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You thought Boston Calling had a lot of acts? 5,000 mini-concerts planned in Boston, Cambridge

An artist’s rendering of the performance space, showing it on the Science Center Plaza at Harvard. The containers will be more colorful in real life, a spokesman said.Celebrity Series of Boston

Got a minute for a concert? That’s all you’ll need.

Boston and Cambridge will be the scene of 5,000 brief concerts in two pop-up locations in 10 days in September, Celebrity Series of Boston said.

The one-minute concerts, featuring one musician and one performer, will be staged in specially modified shipping containers on the Greenway in Chinatown and on Science Center Plaza at Harvard University from Sept. 20 to Sept. 29, the nonprofit performing arts presenting organization said.

The concerts will be open to the public from noon to 6 p.m. daily at both locations.

“The idea is to provide powerful, free music experiences for thousands of visitors, and foster intimate connections between performers and audience members,” the organization said in a statement.


The project, “Concert for One,” will involve nearly 60 musicians participating over 120 hours. The musicians, including professionals, conservatory students, and highly trained amateurs, will be paid to perform.

The musicians come from many musical backgrounds and will play a variety of types of music, including classical, contemporary, jazz, and world music, the organization said. The musicians will play various instruments, includings strings, woodwinds, and pianos.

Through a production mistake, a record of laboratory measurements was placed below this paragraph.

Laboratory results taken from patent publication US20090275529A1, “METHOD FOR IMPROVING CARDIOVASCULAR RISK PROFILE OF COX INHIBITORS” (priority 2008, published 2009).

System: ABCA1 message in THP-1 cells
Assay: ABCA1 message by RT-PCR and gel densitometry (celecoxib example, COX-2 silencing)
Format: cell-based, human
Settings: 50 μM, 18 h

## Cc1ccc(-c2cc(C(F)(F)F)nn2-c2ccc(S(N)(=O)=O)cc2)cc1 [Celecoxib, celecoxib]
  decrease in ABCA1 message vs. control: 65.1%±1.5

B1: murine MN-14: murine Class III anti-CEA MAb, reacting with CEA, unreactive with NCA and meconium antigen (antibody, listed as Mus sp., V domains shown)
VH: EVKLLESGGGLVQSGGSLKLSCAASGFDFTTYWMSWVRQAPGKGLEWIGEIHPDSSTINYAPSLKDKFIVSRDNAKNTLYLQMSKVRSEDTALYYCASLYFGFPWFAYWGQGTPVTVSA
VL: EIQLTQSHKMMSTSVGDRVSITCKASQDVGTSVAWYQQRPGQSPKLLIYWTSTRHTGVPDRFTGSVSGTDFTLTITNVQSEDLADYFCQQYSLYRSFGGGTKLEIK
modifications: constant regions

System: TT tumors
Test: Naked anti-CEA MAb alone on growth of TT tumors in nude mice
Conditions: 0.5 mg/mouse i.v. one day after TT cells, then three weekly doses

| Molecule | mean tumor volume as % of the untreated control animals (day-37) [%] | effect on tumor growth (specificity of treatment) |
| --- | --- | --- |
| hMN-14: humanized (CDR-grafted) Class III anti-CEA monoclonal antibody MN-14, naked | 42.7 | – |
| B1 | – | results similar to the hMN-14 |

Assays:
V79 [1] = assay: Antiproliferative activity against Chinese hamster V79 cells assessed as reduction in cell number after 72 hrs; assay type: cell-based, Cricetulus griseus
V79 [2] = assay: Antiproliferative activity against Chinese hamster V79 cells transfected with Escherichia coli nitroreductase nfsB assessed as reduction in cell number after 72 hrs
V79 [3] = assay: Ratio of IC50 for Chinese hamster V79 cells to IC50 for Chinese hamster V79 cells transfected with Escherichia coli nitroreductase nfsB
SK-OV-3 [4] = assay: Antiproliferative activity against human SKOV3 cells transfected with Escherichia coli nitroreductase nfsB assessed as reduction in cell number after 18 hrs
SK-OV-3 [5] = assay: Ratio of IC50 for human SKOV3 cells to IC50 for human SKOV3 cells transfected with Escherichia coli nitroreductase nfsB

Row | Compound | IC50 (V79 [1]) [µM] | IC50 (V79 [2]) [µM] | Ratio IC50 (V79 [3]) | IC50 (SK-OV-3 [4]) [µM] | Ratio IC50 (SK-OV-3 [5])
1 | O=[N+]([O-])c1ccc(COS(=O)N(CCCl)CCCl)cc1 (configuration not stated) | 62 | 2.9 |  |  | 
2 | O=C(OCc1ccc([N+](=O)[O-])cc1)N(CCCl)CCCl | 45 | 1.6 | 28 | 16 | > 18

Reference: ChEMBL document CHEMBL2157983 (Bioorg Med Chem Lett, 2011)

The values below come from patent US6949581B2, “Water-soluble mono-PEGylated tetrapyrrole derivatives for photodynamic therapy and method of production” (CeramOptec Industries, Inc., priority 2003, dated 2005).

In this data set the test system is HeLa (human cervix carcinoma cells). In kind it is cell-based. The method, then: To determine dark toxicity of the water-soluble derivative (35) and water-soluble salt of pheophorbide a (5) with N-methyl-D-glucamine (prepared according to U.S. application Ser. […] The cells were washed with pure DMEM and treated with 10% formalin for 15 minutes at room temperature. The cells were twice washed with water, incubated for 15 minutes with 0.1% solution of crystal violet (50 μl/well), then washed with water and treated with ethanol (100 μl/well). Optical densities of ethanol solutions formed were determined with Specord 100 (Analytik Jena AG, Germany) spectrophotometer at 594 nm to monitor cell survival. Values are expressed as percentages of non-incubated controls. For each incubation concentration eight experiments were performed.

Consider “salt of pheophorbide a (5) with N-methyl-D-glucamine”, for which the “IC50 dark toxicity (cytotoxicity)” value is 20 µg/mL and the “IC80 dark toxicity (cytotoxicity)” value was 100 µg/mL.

The installations will also include an area for people to share their experiences in person and online, learn about the project, and interact with musical instruments, the organization said.

Rayna Yun Chou had the idea for the project.Celebrity Series of Boston

The idea came from New England Conservatory graduate and violist Rayna Yun Chou, who in 2016 produced a similar project in her hometown of Taichung City, Taiwan, the organization said. Chou had talked with fellow musicians who felt isolated from their audiences. She was also concerned classical music was becoming inaccessible to younger and diverse audiences because it tends to be played in high-priced venues.

“I decided to test how courageous we could be as musicians, audiences, visitors, friends and strangers,” Chou said in the statement. “Could we create a space where players and listeners would spend one minute of time together? What would happen when listeners really listened, and musicians could see the immediate reaction of the people they played for?”


Gary Dunning, executive director of Celebrity Series, said the program is consistent with a key Celebrity Series organizational mission: The arts should be available to everyone.

“With Concert for One, we’re offering thousands of special moments for anyone who wants to experience one,” he said in the statement.

The performance space and “back of the house” storage space.Celebrity Series of Boston